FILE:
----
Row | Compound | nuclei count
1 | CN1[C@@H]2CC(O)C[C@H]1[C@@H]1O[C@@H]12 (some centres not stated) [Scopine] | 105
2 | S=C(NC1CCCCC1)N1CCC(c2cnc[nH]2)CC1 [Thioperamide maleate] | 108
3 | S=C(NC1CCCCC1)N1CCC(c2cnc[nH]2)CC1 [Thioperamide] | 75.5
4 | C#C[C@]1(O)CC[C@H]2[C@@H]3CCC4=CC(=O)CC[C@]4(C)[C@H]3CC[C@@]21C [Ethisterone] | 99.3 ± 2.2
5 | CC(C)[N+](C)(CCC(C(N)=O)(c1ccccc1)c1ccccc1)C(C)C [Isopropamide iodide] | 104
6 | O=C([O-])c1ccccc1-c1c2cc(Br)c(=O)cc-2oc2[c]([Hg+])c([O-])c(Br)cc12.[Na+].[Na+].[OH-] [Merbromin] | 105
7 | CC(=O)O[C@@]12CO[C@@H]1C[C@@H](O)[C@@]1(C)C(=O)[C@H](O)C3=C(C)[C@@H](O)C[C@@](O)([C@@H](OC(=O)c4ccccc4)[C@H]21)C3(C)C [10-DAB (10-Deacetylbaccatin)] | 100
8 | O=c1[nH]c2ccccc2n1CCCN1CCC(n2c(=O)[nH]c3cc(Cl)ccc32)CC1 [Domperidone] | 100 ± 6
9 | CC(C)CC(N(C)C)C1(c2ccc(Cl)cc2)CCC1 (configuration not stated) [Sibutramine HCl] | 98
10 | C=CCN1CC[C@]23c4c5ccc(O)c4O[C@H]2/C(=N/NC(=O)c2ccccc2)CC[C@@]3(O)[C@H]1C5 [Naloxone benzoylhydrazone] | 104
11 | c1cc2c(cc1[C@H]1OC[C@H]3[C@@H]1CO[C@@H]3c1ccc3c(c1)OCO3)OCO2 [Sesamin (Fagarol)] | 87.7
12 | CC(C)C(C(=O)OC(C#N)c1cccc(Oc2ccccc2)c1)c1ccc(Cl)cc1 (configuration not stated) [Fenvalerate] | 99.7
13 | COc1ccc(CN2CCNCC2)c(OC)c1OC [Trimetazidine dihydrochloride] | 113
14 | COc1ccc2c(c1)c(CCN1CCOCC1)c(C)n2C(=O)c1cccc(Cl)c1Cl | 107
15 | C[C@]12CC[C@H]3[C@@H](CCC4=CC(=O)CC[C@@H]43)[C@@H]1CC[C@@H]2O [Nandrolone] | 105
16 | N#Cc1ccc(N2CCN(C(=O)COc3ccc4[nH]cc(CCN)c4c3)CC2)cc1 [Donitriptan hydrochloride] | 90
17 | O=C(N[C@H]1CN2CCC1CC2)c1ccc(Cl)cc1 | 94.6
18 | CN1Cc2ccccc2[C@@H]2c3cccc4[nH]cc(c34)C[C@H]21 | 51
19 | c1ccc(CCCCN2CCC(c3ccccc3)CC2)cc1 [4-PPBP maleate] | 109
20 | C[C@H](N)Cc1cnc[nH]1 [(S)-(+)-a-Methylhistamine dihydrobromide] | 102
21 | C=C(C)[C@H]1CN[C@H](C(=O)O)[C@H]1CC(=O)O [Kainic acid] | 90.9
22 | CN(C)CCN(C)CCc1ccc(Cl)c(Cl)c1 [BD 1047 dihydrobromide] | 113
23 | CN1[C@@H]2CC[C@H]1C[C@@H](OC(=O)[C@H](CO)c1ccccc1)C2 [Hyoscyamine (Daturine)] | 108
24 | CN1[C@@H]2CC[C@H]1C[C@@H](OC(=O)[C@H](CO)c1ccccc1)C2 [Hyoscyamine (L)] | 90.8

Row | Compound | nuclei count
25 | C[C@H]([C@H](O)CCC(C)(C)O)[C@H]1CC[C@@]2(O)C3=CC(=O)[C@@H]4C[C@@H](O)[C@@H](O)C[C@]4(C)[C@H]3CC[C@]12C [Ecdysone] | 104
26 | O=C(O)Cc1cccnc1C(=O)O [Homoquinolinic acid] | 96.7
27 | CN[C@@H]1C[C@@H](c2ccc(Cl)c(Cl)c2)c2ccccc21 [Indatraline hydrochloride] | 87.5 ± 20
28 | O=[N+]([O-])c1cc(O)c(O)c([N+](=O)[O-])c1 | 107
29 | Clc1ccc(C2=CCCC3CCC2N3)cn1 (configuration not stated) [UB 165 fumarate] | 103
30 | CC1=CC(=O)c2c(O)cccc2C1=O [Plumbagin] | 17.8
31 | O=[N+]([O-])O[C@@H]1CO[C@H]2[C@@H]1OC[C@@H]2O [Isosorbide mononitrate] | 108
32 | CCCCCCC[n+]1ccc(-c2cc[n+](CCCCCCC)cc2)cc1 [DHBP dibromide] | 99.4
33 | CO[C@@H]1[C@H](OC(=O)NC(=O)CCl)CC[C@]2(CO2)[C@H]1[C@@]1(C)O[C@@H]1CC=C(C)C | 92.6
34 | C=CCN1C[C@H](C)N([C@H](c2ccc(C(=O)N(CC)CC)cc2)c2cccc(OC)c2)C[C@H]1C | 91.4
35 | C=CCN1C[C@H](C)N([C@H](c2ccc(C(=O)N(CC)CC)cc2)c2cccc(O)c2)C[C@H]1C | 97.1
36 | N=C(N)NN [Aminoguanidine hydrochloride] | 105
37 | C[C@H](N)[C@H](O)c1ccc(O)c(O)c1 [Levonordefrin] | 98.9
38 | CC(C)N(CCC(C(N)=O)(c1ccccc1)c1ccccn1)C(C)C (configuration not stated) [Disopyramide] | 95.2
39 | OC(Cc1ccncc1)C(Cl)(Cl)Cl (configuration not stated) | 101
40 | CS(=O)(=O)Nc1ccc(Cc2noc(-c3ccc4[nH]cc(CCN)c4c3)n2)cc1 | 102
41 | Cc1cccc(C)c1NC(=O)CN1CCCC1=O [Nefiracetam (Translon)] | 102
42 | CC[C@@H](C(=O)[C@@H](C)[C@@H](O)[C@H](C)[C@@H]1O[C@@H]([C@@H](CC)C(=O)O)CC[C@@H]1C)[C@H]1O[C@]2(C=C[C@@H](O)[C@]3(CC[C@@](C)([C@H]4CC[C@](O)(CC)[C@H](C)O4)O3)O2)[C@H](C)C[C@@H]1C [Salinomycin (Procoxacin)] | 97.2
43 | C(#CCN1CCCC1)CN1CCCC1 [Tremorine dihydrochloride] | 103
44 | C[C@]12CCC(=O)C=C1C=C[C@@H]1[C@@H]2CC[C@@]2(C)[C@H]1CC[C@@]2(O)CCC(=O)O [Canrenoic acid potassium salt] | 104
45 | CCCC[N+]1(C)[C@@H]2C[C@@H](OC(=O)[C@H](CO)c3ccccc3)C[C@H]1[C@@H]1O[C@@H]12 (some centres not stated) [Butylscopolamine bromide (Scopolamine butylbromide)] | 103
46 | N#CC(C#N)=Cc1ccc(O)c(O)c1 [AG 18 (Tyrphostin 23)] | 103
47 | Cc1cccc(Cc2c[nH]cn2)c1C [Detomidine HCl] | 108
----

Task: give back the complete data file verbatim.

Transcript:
Row | Compound | nuclei count
1 | CN1[C@@H]2CC(O)C[C@H]1[C@@H]1O[C@@H]12 (some centres not stated) [Scopine] | 105
2 | S=C(NC1CCCCC1)N1CCC(c2cnc[nH]2)CC1 [Thioperamide maleate] | 108
3 | S=C(NC1CCCCC1)N1CCC(c2cnc[nH]2)CC1 [Thioperamide] | 75.5
4 | C#C[C@]1(O)CC[C@H]2[C@@H]3CCC4=CC(=O)CC[C@]4(C)[C@H]3CC[C@@]21C [Ethisterone] | 99.3 ± 2.2
5 | CC(C)[N+](C)(CCC(C(N)=O)(c1ccccc1)c1ccccc1)C(C)C [Isopropamide iodide] | 104
6 | O=C([O-])c1ccccc1-c1c2cc(Br)c(=O)cc-2oc2[c]([Hg+])c([O-])c(Br)cc12.[Na+].[Na+].[OH-] [Merbromin] | 105
7 | CC(=O)O[C@@]12CO[C@@H]1C[C@@H](O)[C@@]1(C)C(=O)[C@H](O)C3=C(C)[C@@H](O)C[C@@](O)([C@@H](OC(=O)c4ccccc4)[C@H]21)C3(C)C [10-DAB (10-Deacetylbaccatin)] | 100
8 | O=c1[nH]c2ccccc2n1CCCN1CCC(n2c(=O)[nH]c3cc(Cl)ccc32)CC1 [Domperidone] | 100 ± 6
9 | CC(C)CC(N(C)C)C1(c2ccc(Cl)cc2)CCC1 (configuration not stated) [Sibutramine HCl] | 98
10 | C=CCN1CC[C@]23c4c5ccc(O)c4O[C@H]2/C(=N/NC(=O)c2ccccc2)CC[C@@]3(O)[C@H]1C5 [Naloxone benzoylhydrazone] | 104
11 | c1cc2c(cc1[C@H]1OC[C@H]3[C@@H]1CO[C@@H]3c1ccc3c(c1)OCO3)OCO2 [Sesamin (Fagarol)] | 87.7
12 | CC(C)C(C(=O)OC(C#N)c1cccc(Oc2ccccc2)c1)c1ccc(Cl)cc1 (configuration not stated) [Fenvalerate] | 99.7
13 | COc1ccc(CN2CCNCC2)c(OC)c1OC [Trimetazidine dihydrochloride] | 113
14 | COc1ccc2c(c1)c(CCN1CCOCC1)c(C)n2C(=O)c1cccc(Cl)c1Cl | 107
15 | C[C@]12CC[C@H]3[C@@H](CCC4=CC(=O)CC[C@@H]43)[C@@H]1CC[C@@H]2O [Nandrolone] | 105
16 | N#Cc1ccc(N2CCN(C(=O)COc3ccc4[nH]cc(CCN)c4c3)CC2)cc1 [Donitriptan hydrochloride] | 90
17 | O=C(N[C@H]1CN2CCC1CC2)c1ccc(Cl)cc1 | 94.6
18 | CN1Cc2ccccc2[C@@H]2c3cccc4[nH]cc(c34)C[C@H]21 | 51
19 | c1ccc(CCCCN2CCC(c3ccccc3)CC2)cc1 [4-PPBP maleate] | 109
20 | C[C@H](N)Cc1cnc[nH]1 [(S)-(+)-a-Methylhistamine dihydrobromide] | 102
21 | C=C(C)[C@H]1CN[C@H](C(=O)O)[C@H]1CC(=O)O [Kainic acid] | 90.9
22 | CN(C)CCN(C)CCc1ccc(Cl)c(Cl)c1 [BD 1047 dihydrobromide] | 113
23 | CN1[C@@H]2CC[C@H]1C[C@@H](OC(=O)[C@H](CO)c1ccccc1)C2 [Hyoscyamine (Daturine)] | 108
24 | CN1[C@@H]2CC[C@H]1C[C@@H](OC(=O)[C@H](CO)c1ccccc1)C2 [Hyoscyamine (L)] | 90.8

Row | Compound | nuclei count
25 | C[C@H]([C@H](O)CCC(C)(C)O)[C@H]1CC[C@@]2(O)C3=CC(=O)[C@@H]4C[C@@H](O)[C@@H](O)C[C@]4(C)[C@H]3CC[C@]12C [Ecdysone] | 104
26 | O=C(O)Cc1cccnc1C(=O)O [Homoquinolinic acid] | 96.7
27 | CN[C@@H]1C[C@@H](c2ccc(Cl)c(Cl)c2)c2ccccc21 [Indatraline hydrochloride] | 87.5 ± 20
28 | O=[N+]([O-])c1cc(O)c(O)c([N+](=O)[O-])c1 | 107
29 | Clc1ccc(C2=CCCC3CCC2N3)cn1 (configuration not stated) [UB 165 fumarate] | 103
30 | CC1=CC(=O)c2c(O)cccc2C1=O [Plumbagin] | 17.8
31 | O=[N+]([O-])O[C@@H]1CO[C@H]2[C@@H]1OC[C@@H]2O [Isosorbide mononitrate] | 108
32 | CCCCCCC[n+]1ccc(-c2cc[n+](CCCCCCC)cc2)cc1 [DHBP dibromide] | 99.4
33 | CO[C@@H]1[C@H](OC(=O)NC(=O)CCl)CC[C@]2(CO2)[C@H]1[C@@]1(C)O[C@@H]1CC=C(C)C | 92.6
34 | C=CCN1C[C@H](C)N([C@H](c2ccc(C(=O)N(CC)CC)cc2)c2cccc(OC)c2)C[C@H]1C | 91.4
35 | C=CCN1C[C@H](C)N([C@H](c2ccc(C(=O)N(CC)CC)cc2)c2cccc(O)c2)C[C@H]1C | 97.1
36 | N=C(N)NN [Aminoguanidine hydrochloride] | 105
37 | C[C@H](N)[C@H](O)c1ccc(O)c(O)c1 [Levonordefrin] | 98.9
38 | CC(C)N(CCC(C(N)=O)(c1ccccc1)c1ccccn1)C(C)C (configuration not stated) [Disopyramide] | 95.2
39 | OC(Cc1ccncc1)C(Cl)(Cl)Cl (configuration not stated) | 101
40 | CS(=O)(=O)Nc1ccc(Cc2noc(-c3ccc4[nH]cc(CCN)c4c3)n2)cc1 | 102
41 | Cc1cccc(C)c1NC(=O)CN1CCCC1=O [Nefiracetam (Translon)] | 102
42 | CC[C@@H](C(=O)[C@@H](C)[C@@H](O)[C@H](C)[C@@H]1O[C@@H]([C@@H](CC)C(=O)O)CC[C@@H]1C)[C@H]1O[C@]2(C=C[C@@H](O)[C@]3(CC[C@@](C)([C@H]4CC[C@](O)(CC)[C@H](C)O4)O3)O2)[C@H](C)C[C@@H]1C [Salinomycin (Procoxacin)] | 97.2
43 | C(#CCN1CCCC1)CN1CCCC1 [Tremorine dihydrochloride] | 103
44 | C[C@]12CCC(=O)C=C1C=C[C@@H]1[C@@H]2CC[C@@]2(C)[C@H]1CC[C@@]2(O)CCC(=O)O [Canrenoic acid potassium salt] | 104
45 | CCCC[N+]1(C)[C@@H]2C[C@@H](OC(=O)[C@H](CO)c3ccccc3)C[C@H]1[C@@H]1O[C@@H]12 (some centres not stated) [Butylscopolamine bromide (Scopolamine butylbromide)] | 103
46 | N#CC(C#N)=Cc1ccc(O)c(O)c1 [AG 18 (Tyrphostin 23)] | 103
47 | Cc1cccc(Cc2c[nH]cn2)c1C [Detomidine HCl] | 108